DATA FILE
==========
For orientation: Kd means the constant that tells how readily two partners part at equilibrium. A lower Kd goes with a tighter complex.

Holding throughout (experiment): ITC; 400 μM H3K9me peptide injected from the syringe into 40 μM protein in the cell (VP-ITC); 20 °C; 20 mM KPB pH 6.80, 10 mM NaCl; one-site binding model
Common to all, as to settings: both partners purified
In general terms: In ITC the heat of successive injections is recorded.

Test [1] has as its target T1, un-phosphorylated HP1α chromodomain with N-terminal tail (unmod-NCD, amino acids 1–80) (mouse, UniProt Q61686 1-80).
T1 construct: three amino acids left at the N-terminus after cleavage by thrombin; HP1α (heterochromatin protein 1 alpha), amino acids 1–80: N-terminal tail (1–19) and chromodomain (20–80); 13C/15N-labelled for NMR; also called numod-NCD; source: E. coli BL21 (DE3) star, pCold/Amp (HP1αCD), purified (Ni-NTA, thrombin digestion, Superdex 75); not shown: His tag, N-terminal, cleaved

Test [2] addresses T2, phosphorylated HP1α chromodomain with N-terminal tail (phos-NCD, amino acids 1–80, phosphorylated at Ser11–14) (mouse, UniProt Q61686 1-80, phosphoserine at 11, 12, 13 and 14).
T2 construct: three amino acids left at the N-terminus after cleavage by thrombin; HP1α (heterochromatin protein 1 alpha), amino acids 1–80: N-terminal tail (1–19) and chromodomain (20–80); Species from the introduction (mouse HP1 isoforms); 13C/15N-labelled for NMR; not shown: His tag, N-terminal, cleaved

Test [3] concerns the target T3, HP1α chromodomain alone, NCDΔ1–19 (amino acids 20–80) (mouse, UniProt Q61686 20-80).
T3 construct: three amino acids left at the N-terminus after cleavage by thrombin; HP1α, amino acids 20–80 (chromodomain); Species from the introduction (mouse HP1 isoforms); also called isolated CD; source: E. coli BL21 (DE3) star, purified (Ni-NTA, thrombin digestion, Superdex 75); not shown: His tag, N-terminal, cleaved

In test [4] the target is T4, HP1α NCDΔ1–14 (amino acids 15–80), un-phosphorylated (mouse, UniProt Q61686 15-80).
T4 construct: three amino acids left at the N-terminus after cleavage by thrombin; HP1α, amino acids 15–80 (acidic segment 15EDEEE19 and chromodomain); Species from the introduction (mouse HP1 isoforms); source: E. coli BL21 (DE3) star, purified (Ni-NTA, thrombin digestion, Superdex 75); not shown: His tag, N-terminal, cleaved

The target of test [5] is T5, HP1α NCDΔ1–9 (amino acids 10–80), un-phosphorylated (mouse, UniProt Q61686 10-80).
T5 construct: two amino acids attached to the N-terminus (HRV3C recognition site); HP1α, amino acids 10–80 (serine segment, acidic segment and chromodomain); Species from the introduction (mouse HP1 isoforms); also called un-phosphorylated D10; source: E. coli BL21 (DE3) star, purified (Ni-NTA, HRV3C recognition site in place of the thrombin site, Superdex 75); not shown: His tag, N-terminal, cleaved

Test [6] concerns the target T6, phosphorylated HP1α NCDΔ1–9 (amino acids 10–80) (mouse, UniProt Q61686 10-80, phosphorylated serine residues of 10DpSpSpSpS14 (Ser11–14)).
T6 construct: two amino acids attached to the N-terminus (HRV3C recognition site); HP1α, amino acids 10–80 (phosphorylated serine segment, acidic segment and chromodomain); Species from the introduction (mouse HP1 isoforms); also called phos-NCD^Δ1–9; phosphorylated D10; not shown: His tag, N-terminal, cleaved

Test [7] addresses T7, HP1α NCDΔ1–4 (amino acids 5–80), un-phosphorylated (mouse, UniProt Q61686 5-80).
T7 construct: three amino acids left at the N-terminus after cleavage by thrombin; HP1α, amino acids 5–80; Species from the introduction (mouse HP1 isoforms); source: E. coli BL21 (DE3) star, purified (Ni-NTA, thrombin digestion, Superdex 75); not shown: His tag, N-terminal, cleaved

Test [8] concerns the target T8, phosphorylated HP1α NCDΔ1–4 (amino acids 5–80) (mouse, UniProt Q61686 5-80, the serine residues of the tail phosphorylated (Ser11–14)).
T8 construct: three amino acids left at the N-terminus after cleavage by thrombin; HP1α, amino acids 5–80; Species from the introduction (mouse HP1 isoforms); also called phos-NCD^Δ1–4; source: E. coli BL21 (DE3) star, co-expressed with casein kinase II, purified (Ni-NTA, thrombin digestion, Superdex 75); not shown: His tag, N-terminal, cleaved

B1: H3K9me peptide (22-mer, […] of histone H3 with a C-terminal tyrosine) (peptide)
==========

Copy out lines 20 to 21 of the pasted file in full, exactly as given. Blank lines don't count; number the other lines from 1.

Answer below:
T8 construct: three amino acids left at the N-terminus after cleavage by thrombin; HP1α, amino acids 5–80; Species from the introduction (mouse HP1 isoforms); also called phos-NCD^Δ1–4; source: E. coli BL21 (DE3) star, co-expressed with casein kinase II, purified (Ni-NTA, thrombin digestion, Superdex 75); not shown: His tag, N-terminal, cleaved

B1: H3K9me peptide (22-mer, […] of histone H3 with a C-terminal tyrosine) (peptide)